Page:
Baldur’s Gate was the first game to use the BioWare Infinity Engine and was released by Interplay in 1998. It is set in the Forgotten Realms campaign setting, with a 2nd Edition AD&D ruleset, and is therefore a fantasy RPG adventure with castles, magic and monsters in the grand sense of the fashion.
To be even more specific: this first Baldur’s Gate game is set in The Sword Coast region, along the western shoreline of Faerûn. A ‘fog of war’ hides any part of the map you haven’t yet explored, which is a feature of every Baldur’s Gate game.
Gameplay is tuned to adhere to the Advanced Dungeons & Dragons 2nd edition role-playing rules and is mostly played in real-time. During combat, though, you are at least allowed to pause the game and prepare your characters for action. You can even have the game do this for you when combat engages.
There are around 25 different Non-Player Characters (NPCs) who you can meet and get to join you at certain points in the game. Various quests await as you play a young man on a journey into adulthood via the method of solving mysteries. Not to mention: the cleaving of many monster (and human) skulls.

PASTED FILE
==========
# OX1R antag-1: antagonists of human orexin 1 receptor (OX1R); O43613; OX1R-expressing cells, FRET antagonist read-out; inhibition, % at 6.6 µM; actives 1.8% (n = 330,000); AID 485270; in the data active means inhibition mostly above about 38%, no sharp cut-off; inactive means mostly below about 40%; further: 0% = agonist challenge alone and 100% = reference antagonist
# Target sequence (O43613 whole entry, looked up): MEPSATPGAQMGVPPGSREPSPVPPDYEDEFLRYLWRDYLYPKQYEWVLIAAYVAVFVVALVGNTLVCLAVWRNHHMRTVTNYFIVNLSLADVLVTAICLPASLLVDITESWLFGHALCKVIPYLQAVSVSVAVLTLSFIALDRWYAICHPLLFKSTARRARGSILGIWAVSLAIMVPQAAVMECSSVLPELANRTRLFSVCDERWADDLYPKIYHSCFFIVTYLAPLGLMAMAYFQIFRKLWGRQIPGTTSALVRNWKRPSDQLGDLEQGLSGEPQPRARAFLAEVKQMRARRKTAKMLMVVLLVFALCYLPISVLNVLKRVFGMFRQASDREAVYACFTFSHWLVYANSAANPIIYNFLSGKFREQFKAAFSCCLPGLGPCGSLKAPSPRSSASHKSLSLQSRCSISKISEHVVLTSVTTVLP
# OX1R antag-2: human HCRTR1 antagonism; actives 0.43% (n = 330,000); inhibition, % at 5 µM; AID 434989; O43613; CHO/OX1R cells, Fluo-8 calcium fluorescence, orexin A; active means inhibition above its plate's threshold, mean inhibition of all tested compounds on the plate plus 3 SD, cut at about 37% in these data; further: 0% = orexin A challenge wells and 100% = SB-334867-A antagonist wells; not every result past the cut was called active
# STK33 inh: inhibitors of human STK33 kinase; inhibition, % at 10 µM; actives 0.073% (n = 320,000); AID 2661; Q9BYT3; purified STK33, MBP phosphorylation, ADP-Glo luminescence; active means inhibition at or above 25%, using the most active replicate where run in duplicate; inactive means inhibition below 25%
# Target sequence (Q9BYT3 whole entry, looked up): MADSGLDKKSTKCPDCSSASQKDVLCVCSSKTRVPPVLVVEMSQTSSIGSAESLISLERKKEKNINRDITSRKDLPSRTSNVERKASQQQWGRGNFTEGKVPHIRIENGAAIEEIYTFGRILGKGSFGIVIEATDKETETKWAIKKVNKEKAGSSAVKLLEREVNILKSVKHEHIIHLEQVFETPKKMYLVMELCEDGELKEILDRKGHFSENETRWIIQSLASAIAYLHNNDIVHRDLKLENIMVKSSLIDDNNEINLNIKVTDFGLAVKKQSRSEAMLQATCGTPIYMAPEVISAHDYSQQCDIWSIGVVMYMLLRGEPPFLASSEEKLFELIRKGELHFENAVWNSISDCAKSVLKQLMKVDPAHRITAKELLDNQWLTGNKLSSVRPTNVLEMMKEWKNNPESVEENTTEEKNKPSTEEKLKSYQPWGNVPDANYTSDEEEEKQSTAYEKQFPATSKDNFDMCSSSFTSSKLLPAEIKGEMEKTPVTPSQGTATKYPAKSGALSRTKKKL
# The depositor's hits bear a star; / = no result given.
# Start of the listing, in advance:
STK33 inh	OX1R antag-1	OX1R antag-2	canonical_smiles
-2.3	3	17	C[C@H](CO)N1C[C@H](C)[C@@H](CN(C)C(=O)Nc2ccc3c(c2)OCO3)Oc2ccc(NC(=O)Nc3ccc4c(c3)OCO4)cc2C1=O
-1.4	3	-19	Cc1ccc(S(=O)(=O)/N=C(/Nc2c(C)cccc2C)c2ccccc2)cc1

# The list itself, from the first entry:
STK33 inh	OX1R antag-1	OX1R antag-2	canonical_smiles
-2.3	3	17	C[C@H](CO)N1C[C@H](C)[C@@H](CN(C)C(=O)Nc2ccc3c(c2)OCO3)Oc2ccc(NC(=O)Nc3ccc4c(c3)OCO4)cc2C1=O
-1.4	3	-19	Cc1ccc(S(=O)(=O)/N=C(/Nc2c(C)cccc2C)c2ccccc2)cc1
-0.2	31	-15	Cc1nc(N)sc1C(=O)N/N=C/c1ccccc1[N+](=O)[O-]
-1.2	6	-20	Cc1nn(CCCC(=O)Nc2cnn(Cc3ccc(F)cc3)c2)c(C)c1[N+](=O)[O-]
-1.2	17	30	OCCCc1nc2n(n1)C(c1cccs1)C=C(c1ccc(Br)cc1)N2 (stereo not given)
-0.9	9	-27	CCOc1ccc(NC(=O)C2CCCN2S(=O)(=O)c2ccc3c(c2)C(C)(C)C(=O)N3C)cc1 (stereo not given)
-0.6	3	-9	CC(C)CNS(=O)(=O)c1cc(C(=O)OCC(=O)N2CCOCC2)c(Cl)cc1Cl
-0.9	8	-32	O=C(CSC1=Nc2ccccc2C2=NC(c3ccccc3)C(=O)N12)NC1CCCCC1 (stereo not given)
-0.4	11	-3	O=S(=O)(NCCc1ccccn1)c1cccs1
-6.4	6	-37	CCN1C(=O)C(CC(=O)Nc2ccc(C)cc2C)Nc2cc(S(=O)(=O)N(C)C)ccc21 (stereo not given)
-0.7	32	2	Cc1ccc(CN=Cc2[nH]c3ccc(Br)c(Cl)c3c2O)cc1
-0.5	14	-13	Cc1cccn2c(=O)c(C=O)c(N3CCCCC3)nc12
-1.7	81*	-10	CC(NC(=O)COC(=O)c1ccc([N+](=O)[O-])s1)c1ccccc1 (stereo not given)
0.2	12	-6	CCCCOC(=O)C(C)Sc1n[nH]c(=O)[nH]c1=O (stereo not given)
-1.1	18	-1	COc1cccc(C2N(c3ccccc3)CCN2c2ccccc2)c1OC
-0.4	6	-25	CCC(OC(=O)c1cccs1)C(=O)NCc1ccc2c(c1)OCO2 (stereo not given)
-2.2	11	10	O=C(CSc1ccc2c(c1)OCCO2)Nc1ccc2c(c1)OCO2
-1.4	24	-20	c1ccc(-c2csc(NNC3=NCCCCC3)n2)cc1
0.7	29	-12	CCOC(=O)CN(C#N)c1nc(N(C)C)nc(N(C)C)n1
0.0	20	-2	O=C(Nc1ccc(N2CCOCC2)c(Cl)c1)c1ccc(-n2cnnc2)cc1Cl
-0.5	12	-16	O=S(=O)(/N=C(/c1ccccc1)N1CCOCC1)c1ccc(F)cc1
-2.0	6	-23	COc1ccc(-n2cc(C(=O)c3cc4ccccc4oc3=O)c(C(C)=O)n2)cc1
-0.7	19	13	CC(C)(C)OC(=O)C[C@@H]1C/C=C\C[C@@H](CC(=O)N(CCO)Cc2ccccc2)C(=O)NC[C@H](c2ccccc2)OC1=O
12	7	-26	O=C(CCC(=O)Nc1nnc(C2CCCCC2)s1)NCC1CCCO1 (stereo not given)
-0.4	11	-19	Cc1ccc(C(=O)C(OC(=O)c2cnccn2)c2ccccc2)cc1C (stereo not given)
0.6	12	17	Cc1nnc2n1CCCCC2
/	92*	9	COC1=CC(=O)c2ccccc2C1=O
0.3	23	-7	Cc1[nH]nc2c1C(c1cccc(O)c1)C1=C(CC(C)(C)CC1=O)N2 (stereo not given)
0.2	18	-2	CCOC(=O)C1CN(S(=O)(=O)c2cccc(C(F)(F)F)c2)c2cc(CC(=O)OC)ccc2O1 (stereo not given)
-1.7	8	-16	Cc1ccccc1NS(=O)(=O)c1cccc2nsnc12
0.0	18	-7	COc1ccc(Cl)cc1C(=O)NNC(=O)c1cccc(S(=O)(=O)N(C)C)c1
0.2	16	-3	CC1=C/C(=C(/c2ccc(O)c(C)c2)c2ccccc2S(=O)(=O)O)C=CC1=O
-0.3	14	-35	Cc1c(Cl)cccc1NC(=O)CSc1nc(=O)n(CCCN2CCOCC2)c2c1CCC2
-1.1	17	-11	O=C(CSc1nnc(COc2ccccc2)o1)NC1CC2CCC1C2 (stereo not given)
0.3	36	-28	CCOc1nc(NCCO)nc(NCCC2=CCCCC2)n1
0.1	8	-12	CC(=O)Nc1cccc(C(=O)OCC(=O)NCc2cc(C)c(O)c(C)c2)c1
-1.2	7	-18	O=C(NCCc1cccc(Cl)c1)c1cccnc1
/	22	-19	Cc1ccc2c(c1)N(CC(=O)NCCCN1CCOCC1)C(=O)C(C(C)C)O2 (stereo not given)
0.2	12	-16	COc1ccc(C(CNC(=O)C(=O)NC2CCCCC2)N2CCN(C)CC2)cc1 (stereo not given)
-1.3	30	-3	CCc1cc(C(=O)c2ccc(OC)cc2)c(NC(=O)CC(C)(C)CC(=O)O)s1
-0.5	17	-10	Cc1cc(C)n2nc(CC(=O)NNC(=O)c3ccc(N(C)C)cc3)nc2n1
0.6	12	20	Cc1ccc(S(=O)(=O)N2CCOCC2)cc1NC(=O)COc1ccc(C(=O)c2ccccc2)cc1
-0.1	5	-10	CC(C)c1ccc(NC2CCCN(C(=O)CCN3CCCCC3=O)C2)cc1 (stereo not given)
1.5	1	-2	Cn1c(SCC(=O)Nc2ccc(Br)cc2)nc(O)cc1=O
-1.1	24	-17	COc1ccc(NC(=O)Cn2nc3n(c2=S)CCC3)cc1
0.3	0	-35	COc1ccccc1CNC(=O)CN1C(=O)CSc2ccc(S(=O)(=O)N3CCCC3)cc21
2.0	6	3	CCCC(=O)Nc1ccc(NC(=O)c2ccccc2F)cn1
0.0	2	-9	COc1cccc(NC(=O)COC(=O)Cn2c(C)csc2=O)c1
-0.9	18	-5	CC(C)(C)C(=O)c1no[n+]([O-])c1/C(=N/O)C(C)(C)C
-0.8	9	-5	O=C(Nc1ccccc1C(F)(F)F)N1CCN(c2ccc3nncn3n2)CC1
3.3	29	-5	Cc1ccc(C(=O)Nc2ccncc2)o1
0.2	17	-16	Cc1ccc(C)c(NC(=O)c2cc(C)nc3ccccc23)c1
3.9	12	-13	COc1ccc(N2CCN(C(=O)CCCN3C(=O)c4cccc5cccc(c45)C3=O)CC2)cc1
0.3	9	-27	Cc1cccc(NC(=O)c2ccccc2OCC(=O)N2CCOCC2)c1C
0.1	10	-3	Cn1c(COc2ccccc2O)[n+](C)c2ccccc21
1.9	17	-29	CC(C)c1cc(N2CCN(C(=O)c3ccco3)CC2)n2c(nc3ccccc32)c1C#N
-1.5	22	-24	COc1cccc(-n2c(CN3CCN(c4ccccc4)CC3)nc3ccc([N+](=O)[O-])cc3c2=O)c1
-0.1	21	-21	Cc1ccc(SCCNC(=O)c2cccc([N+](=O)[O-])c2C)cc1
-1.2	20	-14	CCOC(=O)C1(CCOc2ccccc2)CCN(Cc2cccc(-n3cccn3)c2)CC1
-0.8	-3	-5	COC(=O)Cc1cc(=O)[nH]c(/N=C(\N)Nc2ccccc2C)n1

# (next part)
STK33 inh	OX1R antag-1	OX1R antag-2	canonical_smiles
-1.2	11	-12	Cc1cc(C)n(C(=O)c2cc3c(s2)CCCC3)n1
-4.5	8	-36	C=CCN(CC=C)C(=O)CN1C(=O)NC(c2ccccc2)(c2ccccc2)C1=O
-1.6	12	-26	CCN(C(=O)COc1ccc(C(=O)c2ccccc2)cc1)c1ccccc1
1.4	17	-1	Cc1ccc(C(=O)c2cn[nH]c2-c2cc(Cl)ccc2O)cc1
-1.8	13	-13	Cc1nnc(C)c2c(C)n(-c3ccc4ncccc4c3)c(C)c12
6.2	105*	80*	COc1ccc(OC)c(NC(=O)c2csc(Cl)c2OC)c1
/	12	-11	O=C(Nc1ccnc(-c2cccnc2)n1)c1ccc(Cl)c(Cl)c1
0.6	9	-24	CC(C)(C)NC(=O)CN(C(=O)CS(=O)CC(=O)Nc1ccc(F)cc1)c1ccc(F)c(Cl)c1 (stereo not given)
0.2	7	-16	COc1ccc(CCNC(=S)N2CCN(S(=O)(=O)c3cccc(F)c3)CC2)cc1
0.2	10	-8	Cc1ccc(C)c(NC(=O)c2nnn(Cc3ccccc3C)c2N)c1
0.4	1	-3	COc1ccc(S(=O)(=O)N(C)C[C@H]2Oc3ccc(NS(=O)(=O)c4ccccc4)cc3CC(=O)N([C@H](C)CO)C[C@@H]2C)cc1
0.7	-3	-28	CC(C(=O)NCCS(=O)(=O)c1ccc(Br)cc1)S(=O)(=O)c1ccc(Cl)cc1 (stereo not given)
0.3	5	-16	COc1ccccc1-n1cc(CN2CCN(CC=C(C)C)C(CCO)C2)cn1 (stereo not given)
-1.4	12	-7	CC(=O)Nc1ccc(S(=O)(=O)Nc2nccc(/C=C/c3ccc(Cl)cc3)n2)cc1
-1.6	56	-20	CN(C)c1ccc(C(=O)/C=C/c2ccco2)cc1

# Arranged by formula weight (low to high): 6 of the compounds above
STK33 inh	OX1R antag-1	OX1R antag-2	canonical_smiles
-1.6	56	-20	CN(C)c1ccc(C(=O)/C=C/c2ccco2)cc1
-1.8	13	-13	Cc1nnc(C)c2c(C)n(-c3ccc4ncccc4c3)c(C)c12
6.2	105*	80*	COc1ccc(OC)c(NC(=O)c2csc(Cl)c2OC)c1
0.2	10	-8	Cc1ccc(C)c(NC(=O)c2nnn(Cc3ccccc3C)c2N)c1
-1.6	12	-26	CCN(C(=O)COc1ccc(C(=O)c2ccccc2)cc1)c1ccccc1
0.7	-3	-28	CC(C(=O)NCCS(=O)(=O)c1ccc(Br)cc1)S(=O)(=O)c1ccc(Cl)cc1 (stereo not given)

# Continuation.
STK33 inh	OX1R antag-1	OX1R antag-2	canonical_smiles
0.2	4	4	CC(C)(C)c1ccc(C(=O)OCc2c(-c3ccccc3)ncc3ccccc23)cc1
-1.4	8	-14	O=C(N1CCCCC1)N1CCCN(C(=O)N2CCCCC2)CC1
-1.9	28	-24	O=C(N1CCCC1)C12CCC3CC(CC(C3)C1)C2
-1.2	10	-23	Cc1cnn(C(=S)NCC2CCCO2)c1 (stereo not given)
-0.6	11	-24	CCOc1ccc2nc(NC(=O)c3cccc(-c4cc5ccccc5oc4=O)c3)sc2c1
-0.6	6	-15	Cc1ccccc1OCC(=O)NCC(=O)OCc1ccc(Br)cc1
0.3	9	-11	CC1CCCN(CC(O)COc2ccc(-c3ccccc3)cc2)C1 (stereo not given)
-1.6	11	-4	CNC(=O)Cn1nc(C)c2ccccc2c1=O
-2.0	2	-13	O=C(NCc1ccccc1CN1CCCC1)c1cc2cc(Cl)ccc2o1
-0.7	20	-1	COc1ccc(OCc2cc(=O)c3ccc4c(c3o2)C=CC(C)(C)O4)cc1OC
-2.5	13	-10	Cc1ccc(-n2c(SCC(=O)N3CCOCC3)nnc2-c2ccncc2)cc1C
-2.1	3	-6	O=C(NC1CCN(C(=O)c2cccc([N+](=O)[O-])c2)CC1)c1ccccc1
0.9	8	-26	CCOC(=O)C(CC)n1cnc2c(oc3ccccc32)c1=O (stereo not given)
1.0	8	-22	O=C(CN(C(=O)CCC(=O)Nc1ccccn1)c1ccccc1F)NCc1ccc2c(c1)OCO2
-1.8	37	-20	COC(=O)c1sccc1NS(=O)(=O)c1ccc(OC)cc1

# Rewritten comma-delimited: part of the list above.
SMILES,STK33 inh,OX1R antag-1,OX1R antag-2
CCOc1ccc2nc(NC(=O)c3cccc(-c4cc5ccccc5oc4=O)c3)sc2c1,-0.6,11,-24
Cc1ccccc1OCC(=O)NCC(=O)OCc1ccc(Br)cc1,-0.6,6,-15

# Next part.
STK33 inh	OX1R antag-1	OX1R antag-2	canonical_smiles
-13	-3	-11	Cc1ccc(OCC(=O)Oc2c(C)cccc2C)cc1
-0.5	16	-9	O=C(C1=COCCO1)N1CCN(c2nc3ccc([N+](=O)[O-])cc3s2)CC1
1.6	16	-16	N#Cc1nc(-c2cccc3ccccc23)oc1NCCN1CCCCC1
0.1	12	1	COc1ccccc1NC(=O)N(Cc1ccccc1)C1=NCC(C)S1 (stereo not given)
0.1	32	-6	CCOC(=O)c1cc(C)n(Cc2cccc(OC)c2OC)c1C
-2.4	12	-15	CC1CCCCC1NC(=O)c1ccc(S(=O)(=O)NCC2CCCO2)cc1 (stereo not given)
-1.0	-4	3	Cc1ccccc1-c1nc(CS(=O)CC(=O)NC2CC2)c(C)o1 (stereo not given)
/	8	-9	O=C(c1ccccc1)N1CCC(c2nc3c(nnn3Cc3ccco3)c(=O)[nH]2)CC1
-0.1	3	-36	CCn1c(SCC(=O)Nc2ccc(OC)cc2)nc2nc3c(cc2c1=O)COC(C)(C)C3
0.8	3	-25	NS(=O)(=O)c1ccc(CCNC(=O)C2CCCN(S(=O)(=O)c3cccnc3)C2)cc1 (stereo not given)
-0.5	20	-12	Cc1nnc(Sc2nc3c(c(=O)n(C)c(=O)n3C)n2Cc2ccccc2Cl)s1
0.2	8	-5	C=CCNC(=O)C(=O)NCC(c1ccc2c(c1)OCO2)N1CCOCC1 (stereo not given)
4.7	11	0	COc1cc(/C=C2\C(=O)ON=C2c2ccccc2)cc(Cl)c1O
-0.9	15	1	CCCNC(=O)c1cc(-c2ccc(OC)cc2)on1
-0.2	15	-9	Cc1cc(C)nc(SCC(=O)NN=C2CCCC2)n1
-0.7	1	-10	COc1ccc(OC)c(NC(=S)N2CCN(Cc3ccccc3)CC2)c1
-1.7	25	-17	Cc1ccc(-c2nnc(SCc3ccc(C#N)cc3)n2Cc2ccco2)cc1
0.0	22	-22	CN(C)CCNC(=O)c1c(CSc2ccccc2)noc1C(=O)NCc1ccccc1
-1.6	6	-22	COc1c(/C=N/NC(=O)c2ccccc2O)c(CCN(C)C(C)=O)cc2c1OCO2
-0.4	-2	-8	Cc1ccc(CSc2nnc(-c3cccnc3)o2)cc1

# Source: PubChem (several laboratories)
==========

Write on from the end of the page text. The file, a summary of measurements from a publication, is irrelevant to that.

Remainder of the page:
Anyone who’s ever played either a Baldur’s Gate game (of which there are quite a few), or an Icewind Dale game – or any of the Forgotten Realms/Infinity Engine games – will recognise many of the character portraits. A lot of the characters are canon and appear in every Forgotten Realms-based game.
As well as the essential single-player game, there was also a multiplayer side to Baldur’s Gate. In it you could play the single-player game, with quests and suchlike, alongside friends who were online and could connect to the same game.
Baldur’s Gate definitely broke new ground when it was first released, and it was a big commercial success, but there have been so many Infinity Engine games since then that it now looks a bit dated. It’s not my favourite Infinity Engine game, but is still good gameplay-wise.
An enhanced HD remake was released in 2012, and which is still available to buy now through the usual outlets. These grabs are from the original version as played on CD-ROM back in the late Nineties.